How To Slip A Punch: Never Get Hit Again!

November 26, 2023

Head movement is an integral part of boxing. Applied both in offense and defense, head movement is used to evade punches instead of blocking or parrying them, and it’s among the most fascinating techniques in boxing.

There is something magical about watching a boxer smoothly dodge flurries of deadly punches just inches from their head. Just remember timeless moments like Muhammad Ali’s rope a dope.

While there are many head movement techniques like bobbing and weaving, rolling, ducking, and pulling, first and foremost, you must learn how to slip a punch. Slipping is extremely simple, but doing it against a real opponent is different.

Slipping a punch means moving your head to the outside (and sometimes to the inside) of an incoming punch, avoiding it slightly. This way, you don’t receive any damage, and both your hands can deliver a devastating counter punch.

Slipping a punch heavily depends on your reflexes and ability to predict incoming attacks. But before you move to practical use in the ring, you must drill into your muscles the correct technique that allows for the most efficient execution. And you can very well start and improve your boxing slips at home.

How To Slip A Punch

Let’s start with the proper technique of slipping to the left, which is used to avoid an incoming right straight or a right uppercut. The goal is to move your head off the center line when the attack is coming, but the movement does not come from the head but from the legs.

  • From a boxing stance, rotate your body to the left while bending your knees and slightly pivoting on your rear foot
  • Slightly move your head to the left. Don’t overdo it. The punch barely misses your head.
  • Return to your stance.

That’s it. As I said, the technique is dead easy to do on its own, but it’s tough to master and use effectively. 

The slip to the left is predominantly used to go to the outside of a right straight. It can also be utilized to slip inside a jab to land a strong counter, but it’s much more dangerous because you may slip right into an incoming cross.

You can do the slip without moving your feet or step your front foot forward and left simultaneously as you slip. This will position you in closer range to the opponent and open up an even better counterattack angle.

After a successful slip to the left, the best counter strike is either a left uppercut or a left hook to the head or body.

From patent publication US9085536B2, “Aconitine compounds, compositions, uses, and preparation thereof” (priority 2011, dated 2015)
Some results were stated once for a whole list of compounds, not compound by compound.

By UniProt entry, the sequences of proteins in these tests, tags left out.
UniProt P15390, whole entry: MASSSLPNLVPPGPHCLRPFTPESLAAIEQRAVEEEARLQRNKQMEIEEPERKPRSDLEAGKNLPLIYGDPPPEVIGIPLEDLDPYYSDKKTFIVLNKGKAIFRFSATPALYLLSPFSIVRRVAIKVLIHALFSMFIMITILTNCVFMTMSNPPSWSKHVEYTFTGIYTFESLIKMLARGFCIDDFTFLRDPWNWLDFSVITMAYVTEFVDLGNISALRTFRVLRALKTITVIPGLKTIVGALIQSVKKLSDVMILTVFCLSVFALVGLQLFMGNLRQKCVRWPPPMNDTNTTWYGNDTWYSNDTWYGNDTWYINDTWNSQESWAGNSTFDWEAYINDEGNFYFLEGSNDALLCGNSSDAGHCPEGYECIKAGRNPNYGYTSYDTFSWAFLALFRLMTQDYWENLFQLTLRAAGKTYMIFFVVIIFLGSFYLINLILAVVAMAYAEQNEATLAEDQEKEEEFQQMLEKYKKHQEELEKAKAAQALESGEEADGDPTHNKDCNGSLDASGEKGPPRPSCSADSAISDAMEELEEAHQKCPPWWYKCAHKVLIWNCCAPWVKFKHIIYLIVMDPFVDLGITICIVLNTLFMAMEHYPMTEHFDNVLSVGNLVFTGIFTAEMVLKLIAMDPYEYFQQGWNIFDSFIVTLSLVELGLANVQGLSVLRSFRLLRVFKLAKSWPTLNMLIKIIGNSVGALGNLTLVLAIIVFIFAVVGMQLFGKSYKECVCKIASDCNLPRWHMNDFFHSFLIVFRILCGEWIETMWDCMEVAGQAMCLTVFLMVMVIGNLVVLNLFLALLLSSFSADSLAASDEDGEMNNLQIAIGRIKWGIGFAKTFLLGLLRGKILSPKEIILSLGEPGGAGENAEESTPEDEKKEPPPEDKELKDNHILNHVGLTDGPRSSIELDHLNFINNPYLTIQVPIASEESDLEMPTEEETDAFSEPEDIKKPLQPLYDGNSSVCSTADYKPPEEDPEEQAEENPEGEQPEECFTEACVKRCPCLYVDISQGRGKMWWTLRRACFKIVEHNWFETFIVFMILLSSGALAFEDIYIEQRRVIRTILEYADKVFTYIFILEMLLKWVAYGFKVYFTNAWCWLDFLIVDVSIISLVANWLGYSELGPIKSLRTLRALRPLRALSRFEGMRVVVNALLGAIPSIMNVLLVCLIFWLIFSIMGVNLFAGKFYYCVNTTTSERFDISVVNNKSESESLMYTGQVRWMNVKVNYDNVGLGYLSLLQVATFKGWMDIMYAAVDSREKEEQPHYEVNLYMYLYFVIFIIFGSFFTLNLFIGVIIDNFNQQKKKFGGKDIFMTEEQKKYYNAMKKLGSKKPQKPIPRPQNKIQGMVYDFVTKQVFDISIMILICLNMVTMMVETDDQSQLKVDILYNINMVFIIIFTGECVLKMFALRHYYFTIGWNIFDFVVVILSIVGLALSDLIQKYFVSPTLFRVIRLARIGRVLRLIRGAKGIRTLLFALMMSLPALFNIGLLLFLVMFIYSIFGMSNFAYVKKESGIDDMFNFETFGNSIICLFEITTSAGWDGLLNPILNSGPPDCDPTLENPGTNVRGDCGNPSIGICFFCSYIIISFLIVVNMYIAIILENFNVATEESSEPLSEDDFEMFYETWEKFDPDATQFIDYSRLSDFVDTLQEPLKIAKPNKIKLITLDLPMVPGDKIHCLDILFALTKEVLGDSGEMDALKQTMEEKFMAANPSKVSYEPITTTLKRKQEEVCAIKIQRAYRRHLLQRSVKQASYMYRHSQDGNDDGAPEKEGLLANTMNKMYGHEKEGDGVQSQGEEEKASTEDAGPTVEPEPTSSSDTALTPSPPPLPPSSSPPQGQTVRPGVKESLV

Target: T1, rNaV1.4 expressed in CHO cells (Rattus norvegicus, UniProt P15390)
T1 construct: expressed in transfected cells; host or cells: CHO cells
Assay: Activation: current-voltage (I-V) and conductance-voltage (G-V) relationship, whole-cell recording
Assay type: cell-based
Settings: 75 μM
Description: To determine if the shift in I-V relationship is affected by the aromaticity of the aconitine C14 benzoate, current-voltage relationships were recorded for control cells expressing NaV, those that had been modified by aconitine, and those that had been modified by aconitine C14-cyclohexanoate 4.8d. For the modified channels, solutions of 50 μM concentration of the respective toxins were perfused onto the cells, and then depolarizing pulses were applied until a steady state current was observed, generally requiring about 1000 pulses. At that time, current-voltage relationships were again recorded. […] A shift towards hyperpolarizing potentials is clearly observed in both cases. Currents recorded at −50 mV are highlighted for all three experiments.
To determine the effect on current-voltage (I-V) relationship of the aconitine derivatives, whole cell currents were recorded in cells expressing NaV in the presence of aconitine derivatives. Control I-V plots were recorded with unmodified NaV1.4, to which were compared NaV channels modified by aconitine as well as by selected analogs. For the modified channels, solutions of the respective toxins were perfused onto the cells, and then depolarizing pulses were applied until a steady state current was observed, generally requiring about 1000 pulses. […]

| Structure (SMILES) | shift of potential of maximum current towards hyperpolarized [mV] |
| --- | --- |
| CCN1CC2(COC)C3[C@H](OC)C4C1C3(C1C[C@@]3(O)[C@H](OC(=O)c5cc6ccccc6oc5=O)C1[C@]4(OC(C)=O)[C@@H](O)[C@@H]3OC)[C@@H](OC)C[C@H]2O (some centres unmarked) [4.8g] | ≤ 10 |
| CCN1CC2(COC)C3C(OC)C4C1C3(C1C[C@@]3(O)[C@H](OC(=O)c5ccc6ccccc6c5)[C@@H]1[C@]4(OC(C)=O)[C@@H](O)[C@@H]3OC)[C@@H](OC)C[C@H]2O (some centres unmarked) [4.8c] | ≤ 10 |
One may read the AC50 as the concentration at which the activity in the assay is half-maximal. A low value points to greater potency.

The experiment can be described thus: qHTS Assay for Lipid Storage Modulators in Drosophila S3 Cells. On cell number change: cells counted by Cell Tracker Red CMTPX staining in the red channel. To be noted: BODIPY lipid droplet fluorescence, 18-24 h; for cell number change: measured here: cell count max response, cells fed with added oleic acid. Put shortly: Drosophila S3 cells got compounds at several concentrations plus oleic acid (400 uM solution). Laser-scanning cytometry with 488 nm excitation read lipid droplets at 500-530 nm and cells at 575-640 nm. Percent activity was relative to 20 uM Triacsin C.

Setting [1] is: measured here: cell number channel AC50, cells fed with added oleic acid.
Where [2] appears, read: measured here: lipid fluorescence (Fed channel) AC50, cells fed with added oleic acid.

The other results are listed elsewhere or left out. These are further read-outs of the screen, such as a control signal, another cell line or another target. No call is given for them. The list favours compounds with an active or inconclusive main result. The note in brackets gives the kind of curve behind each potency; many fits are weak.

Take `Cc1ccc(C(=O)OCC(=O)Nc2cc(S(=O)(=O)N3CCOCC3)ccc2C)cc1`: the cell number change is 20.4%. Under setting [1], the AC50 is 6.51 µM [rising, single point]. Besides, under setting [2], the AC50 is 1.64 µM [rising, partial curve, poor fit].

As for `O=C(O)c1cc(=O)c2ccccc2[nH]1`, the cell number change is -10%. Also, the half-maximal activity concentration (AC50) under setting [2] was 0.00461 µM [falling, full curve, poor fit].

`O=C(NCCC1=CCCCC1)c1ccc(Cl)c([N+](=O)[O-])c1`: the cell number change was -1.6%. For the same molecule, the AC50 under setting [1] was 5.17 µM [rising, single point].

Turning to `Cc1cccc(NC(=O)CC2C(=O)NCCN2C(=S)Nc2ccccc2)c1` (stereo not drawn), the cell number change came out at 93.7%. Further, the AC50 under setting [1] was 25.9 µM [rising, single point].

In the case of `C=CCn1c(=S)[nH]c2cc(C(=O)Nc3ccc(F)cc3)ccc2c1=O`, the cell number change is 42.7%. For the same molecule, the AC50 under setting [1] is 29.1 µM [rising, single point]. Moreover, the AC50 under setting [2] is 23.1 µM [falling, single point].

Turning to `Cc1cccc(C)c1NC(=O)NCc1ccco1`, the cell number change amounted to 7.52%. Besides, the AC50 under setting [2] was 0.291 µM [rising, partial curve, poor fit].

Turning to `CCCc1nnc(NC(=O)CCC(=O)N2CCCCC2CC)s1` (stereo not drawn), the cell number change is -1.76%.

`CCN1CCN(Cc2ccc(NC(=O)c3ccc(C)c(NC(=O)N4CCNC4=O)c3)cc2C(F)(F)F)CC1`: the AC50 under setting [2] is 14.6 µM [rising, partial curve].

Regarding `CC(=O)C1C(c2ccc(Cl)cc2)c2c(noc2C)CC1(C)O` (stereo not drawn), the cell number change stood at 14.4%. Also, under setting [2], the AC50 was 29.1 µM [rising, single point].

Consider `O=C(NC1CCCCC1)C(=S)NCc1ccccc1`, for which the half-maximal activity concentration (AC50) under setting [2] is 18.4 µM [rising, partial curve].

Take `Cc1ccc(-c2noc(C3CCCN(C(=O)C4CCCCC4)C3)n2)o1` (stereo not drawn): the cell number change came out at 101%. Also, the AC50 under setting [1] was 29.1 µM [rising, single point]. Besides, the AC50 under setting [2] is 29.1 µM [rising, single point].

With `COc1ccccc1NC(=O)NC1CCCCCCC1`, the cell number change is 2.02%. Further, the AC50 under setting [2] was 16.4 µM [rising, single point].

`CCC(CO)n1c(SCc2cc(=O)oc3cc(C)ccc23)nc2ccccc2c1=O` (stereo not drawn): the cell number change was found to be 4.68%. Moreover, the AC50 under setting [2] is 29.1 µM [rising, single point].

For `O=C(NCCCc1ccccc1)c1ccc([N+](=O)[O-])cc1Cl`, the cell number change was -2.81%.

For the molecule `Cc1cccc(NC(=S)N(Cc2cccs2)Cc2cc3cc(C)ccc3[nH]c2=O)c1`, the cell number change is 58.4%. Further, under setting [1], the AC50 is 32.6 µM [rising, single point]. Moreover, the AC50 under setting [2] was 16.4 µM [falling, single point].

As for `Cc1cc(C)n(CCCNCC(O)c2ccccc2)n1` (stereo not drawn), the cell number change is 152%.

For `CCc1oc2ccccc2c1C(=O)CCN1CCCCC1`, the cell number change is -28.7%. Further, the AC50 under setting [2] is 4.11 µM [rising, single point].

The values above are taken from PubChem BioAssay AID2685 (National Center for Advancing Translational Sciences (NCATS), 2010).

The liver shot, especially, is devastating and can shut down the body instantly. If you are quick enough, the opponent will have a tough time returning the right hand you slipped in time to protect his wide-open liver.

The slip to the right is done with the same technique but in reverse. Bend the knees, rotate your body to the right, and move your head off the center. 

The jab this slip is mainly used against is a quicker weapon than the cross, so it’s harder to pull off. After a right slip, return fire with a right uppercut or an overhand, and your opponent will think twice before throwing lazy shots at you.

Slipping is dangerous. There is a good chance you are not fast enough, and the shot lands. Be sure to keep your hands high when slipping. Your rear hand should always be glued to your face in these situations.

Slipping is used against straight punches and uppercuts. The slight lowering of the head may also help you doge a hook, but most of all, the slip is a defensive maneuver against jabs and crosses. Against hooks, we can apply other methods.

Boxing Slip vs. Roll

You go under an incoming punch instead of evading to the side, like during a successful slip or a roll, which is another type of defensive head movement. Rolling is most useful against looping hooks. 

Again, in the typical scenario, the goal is to position yourself to the outside of an incoming punch. For example, you roll left against an incoming right hook and vice versa. The roll requires more energy as you need to duck down.

The slip and roll combine very beautifully. The slip-slip-roll is commonly used to defend against the jab-cross-hook combination. Slip outside the jab, then outside the cross, and roll under the hook. The movements flow into each other organically.